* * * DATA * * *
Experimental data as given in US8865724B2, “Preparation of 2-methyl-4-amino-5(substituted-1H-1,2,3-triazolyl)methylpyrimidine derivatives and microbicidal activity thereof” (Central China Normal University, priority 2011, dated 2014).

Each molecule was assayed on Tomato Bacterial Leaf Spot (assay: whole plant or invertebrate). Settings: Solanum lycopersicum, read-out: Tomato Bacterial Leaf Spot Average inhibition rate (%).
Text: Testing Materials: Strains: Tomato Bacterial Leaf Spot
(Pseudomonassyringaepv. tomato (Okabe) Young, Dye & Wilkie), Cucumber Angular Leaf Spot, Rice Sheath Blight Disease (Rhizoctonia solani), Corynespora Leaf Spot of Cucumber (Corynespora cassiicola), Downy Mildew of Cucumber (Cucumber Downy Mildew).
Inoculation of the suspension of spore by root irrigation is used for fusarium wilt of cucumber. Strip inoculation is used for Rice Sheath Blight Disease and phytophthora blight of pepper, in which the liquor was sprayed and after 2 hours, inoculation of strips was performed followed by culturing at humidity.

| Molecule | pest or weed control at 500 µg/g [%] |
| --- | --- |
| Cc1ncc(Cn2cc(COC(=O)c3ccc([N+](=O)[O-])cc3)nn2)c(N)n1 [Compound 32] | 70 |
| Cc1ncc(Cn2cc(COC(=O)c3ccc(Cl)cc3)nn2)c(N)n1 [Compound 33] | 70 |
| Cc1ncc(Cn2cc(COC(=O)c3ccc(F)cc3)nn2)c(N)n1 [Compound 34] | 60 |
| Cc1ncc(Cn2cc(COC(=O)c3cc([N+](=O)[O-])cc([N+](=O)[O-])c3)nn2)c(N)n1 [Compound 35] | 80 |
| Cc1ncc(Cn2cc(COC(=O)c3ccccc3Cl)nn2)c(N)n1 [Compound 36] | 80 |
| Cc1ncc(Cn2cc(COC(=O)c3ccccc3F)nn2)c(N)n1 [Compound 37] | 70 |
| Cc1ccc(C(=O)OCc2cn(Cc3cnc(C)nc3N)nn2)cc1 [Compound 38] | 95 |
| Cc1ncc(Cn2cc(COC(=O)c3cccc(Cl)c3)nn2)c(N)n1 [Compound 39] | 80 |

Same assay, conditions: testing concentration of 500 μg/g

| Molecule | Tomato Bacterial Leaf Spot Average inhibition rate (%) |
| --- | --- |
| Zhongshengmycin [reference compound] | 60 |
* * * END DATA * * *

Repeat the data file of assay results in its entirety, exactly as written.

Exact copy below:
Experimental data as given in US8865724B2, “Preparation of 2-methyl-4-amino-5(substituted-1H-1,2,3-triazolyl)methylpyrimidine derivatives and microbicidal activity thereof” (Central China Normal University, priority 2011, dated 2014).

Each molecule was assayed on Tomato Bacterial Leaf Spot (assay: whole plant or invertebrate). Settings: Solanum lycopersicum, read-out: Tomato Bacterial Leaf Spot Average inhibition rate (%).
Text: Testing Materials: Strains: Tomato Bacterial Leaf Spot
(Pseudomonassyringaepv. tomato (Okabe) Young, Dye & Wilkie), Cucumber Angular Leaf Spot, Rice Sheath Blight Disease (Rhizoctonia solani), Corynespora Leaf Spot of Cucumber (Corynespora cassiicola), Downy Mildew of Cucumber (Cucumber Downy Mildew).
Inoculation of the suspension of spore by root irrigation is used for fusarium wilt of cucumber. Strip inoculation is used for Rice Sheath Blight Disease and phytophthora blight of pepper, in which the liquor was sprayed and after 2 hours, inoculation of strips was performed followed by culturing at humidity.

| Molecule | pest or weed control at 500 µg/g [%] |
| --- | --- |
| Cc1ncc(Cn2cc(COC(=O)c3ccc([N+](=O)[O-])cc3)nn2)c(N)n1 [Compound 32] | 70 |
| Cc1ncc(Cn2cc(COC(=O)c3ccc(Cl)cc3)nn2)c(N)n1 [Compound 33] | 70 |
| Cc1ncc(Cn2cc(COC(=O)c3ccc(F)cc3)nn2)c(N)n1 [Compound 34] | 60 |
| Cc1ncc(Cn2cc(COC(=O)c3cc([N+](=O)[O-])cc([N+](=O)[O-])c3)nn2)c(N)n1 [Compound 35] | 80 |
| Cc1ncc(Cn2cc(COC(=O)c3ccccc3Cl)nn2)c(N)n1 [Compound 36] | 80 |
| Cc1ncc(Cn2cc(COC(=O)c3ccccc3F)nn2)c(N)n1 [Compound 37] | 70 |
| Cc1ccc(C(=O)OCc2cn(Cc3cnc(C)nc3N)nn2)cc1 [Compound 38] | 95 |
| Cc1ncc(Cn2cc(COC(=O)c3cccc(Cl)c3)nn2)c(N)n1 [Compound 39] | 80 |

Same assay, conditions: testing concentration of 500 μg/g

| Molecule | Tomato Bacterial Leaf Spot Average inhibition rate (%) |
| --- | --- |
| Zhongshengmycin [reference compound] | 60 |